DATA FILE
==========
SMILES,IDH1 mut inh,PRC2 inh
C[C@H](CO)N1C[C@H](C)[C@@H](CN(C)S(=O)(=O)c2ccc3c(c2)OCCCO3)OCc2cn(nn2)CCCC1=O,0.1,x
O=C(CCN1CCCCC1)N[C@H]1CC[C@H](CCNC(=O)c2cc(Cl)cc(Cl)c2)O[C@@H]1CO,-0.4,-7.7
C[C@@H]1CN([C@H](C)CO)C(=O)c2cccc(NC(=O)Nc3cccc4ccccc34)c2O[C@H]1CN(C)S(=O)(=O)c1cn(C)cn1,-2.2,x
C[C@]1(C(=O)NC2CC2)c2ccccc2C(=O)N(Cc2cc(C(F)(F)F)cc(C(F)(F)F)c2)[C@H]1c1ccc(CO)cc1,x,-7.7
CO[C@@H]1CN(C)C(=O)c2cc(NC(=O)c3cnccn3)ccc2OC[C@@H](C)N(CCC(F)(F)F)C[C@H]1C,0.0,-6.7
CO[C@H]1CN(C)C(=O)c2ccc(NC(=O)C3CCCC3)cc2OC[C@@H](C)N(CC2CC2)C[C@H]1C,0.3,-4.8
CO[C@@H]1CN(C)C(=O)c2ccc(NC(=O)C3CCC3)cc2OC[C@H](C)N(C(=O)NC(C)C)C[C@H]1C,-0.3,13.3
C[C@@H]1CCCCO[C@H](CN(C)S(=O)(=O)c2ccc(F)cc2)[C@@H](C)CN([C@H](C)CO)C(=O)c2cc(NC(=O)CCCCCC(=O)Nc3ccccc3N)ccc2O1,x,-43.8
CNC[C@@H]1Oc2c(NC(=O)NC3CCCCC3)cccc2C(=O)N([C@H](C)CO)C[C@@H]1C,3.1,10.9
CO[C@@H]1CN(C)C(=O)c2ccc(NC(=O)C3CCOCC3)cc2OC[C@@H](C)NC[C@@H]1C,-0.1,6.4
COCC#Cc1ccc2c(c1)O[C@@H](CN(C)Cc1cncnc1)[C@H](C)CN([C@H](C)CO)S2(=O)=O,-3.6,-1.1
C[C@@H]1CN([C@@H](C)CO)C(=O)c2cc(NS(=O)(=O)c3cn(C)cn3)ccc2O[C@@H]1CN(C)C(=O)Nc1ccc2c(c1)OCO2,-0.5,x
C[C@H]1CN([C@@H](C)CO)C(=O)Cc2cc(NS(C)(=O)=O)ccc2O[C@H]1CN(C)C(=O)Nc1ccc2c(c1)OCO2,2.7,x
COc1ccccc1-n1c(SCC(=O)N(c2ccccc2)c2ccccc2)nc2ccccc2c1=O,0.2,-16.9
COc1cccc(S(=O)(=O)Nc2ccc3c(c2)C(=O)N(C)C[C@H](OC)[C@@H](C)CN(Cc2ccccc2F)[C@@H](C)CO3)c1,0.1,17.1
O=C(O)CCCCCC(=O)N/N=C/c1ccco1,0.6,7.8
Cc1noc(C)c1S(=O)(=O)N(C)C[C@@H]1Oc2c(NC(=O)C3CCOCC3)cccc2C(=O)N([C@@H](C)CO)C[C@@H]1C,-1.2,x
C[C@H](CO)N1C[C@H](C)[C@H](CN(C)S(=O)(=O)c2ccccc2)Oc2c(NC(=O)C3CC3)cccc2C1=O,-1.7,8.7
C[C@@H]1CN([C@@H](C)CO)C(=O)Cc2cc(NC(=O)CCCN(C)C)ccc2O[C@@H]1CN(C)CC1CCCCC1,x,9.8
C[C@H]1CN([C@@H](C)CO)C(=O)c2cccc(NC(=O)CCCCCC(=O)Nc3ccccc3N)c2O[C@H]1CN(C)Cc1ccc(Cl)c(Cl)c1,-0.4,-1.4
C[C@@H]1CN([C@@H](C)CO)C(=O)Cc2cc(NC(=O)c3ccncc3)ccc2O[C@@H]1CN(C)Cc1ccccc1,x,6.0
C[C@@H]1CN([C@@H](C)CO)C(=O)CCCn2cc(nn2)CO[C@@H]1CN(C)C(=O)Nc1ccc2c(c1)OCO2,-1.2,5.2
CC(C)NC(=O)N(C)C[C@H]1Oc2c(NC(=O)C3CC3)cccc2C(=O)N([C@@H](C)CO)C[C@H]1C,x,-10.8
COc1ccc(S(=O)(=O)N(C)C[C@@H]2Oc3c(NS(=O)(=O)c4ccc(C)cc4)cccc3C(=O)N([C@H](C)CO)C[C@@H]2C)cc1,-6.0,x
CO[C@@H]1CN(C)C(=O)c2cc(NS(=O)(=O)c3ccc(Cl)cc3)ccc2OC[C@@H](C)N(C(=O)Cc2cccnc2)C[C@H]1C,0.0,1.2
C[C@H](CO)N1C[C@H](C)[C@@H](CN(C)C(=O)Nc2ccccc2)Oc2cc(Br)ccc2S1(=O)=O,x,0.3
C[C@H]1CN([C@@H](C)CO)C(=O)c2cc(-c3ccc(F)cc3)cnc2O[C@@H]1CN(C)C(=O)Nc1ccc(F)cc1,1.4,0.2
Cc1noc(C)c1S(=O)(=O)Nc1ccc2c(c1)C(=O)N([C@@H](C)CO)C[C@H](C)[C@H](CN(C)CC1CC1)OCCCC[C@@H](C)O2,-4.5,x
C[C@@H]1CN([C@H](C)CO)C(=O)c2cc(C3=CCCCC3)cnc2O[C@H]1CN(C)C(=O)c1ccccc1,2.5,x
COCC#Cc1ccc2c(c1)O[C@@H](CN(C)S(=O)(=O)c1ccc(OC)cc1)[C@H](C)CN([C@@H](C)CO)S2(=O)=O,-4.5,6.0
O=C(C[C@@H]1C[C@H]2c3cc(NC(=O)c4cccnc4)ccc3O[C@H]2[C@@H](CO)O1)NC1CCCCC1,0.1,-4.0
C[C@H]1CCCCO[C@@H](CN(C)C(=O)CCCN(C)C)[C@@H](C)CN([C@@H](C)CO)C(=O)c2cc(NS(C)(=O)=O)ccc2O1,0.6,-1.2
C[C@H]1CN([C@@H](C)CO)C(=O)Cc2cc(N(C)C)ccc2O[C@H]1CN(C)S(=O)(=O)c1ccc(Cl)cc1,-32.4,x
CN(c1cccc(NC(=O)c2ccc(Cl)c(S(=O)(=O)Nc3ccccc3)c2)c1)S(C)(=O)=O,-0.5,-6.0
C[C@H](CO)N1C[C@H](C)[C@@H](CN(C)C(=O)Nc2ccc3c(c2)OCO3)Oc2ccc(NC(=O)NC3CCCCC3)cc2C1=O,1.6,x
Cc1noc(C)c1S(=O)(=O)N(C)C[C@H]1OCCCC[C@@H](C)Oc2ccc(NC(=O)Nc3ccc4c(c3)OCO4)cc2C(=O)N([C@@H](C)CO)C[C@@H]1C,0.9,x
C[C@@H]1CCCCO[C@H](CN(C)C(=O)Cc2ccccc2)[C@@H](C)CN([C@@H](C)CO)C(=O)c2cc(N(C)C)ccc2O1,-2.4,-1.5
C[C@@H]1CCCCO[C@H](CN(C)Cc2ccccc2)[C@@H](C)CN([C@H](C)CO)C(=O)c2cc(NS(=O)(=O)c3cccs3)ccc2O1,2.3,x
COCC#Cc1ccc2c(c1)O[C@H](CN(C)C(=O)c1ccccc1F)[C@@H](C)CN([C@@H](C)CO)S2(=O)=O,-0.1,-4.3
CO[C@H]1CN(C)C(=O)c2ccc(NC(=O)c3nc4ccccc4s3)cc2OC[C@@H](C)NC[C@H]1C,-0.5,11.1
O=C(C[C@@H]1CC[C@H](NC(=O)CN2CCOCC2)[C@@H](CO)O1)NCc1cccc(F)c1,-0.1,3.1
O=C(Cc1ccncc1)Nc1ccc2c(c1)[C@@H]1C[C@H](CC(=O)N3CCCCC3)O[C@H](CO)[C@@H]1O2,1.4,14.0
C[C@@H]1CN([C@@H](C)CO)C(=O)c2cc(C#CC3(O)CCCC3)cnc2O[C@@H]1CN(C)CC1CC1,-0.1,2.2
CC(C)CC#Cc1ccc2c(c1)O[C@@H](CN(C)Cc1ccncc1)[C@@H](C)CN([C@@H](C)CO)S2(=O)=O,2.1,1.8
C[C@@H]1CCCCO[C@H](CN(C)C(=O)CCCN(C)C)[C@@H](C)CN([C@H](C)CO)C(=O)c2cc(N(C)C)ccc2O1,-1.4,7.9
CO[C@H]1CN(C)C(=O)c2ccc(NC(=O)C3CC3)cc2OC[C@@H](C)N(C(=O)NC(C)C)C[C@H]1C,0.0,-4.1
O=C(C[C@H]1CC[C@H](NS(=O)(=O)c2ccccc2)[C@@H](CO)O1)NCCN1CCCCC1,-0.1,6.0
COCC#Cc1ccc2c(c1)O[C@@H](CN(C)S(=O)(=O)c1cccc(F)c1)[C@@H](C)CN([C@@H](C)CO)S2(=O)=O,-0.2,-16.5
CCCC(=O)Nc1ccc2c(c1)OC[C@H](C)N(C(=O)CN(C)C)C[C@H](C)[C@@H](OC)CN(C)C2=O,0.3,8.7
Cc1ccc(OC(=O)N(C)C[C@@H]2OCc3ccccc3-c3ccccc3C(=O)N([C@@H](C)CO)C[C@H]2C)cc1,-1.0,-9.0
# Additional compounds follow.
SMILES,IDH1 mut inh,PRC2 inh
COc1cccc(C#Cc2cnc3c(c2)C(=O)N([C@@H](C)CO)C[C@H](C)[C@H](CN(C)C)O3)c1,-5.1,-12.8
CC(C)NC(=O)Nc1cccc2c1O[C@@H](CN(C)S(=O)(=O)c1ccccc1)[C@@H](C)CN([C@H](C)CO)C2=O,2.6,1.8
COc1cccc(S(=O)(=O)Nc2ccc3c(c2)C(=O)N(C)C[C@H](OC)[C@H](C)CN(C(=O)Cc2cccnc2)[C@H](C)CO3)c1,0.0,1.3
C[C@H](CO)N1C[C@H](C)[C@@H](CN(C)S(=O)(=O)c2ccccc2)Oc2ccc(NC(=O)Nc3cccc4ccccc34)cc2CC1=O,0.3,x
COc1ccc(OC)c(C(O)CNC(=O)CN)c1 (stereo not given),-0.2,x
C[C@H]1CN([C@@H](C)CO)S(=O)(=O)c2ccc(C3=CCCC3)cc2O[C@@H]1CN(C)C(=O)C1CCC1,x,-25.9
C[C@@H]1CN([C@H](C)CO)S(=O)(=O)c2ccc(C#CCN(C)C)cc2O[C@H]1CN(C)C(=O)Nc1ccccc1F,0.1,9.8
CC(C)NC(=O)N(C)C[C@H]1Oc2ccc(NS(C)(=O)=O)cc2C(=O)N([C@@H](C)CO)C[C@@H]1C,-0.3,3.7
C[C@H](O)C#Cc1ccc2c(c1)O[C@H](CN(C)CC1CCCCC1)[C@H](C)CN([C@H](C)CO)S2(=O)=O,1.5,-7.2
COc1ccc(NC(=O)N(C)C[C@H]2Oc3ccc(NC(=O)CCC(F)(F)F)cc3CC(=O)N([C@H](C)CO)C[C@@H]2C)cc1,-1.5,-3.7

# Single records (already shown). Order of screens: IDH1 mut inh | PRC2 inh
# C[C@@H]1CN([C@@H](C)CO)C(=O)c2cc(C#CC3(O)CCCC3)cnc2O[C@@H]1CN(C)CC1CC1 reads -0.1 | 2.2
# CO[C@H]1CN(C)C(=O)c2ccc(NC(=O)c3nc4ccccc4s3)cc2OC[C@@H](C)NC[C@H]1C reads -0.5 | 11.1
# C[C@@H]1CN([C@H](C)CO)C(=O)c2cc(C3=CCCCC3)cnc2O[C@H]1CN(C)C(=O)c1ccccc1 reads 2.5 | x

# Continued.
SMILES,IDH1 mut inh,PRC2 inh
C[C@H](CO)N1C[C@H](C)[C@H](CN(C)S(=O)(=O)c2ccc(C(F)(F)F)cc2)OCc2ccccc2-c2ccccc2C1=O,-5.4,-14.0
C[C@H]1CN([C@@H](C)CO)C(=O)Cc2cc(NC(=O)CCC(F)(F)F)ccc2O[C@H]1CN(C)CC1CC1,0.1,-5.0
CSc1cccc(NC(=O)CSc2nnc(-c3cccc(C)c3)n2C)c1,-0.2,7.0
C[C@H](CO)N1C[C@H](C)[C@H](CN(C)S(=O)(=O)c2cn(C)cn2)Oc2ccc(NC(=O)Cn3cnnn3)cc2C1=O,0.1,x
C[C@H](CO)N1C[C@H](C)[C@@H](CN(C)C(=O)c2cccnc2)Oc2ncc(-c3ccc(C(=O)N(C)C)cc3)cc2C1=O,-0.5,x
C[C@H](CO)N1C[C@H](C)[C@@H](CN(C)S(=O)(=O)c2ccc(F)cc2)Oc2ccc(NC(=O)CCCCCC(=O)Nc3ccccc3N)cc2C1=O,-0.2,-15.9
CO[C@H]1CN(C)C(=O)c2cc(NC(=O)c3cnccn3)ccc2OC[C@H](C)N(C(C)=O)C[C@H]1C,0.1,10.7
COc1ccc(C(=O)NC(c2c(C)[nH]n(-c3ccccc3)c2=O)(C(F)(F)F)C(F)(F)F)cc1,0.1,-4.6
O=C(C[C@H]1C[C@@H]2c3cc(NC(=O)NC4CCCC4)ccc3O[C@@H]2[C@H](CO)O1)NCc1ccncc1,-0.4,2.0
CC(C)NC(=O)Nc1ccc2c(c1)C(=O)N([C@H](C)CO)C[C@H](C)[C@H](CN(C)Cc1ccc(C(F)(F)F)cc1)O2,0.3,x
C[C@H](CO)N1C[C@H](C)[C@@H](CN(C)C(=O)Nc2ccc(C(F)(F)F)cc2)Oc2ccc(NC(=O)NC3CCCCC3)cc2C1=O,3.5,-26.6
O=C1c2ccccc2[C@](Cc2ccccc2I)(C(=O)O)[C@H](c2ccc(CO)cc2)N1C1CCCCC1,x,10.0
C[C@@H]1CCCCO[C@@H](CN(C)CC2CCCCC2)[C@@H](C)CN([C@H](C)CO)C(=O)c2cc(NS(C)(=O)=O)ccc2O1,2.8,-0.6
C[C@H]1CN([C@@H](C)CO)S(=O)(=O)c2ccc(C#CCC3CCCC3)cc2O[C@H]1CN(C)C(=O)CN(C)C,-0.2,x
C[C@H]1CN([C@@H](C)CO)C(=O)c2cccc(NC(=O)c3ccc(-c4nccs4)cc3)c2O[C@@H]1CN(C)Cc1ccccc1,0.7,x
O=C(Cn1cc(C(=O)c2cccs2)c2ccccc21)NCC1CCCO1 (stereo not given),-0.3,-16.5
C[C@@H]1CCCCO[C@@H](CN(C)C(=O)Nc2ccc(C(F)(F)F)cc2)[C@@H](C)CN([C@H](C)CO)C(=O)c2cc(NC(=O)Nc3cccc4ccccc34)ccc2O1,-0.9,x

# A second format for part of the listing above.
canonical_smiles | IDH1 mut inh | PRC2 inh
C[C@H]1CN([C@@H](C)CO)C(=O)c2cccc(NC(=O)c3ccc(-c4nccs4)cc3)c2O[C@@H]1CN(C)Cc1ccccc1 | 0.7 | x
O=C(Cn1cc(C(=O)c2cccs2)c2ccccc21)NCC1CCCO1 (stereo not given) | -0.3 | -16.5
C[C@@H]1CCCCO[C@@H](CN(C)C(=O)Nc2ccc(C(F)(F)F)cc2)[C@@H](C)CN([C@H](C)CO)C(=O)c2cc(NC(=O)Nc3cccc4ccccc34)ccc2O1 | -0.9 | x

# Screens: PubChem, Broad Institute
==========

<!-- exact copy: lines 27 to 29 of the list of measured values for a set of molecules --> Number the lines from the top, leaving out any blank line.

C[C@H](CO)N1C[C@H](C)[C@@H](CN(C)C(=O)Nc2ccccc2)Oc2cc(Br)ccc2S1(=O)=O,x,0.3
C[C@H]1CN([C@@H](C)CO)C(=O)c2cc(-c3ccc(F)cc3)cnc2O[C@@H]1CN(C)C(=O)Nc1ccc(F)cc1,1.4,0.2
Cc1noc(C)c1S(=O)(=O)Nc1ccc2c(c1)C(=O)N([C@@H](C)CO)C[C@H](C)[C@H](CN(C)CC1CC1)OCCCC[C@@H](C)O2,-4.5,x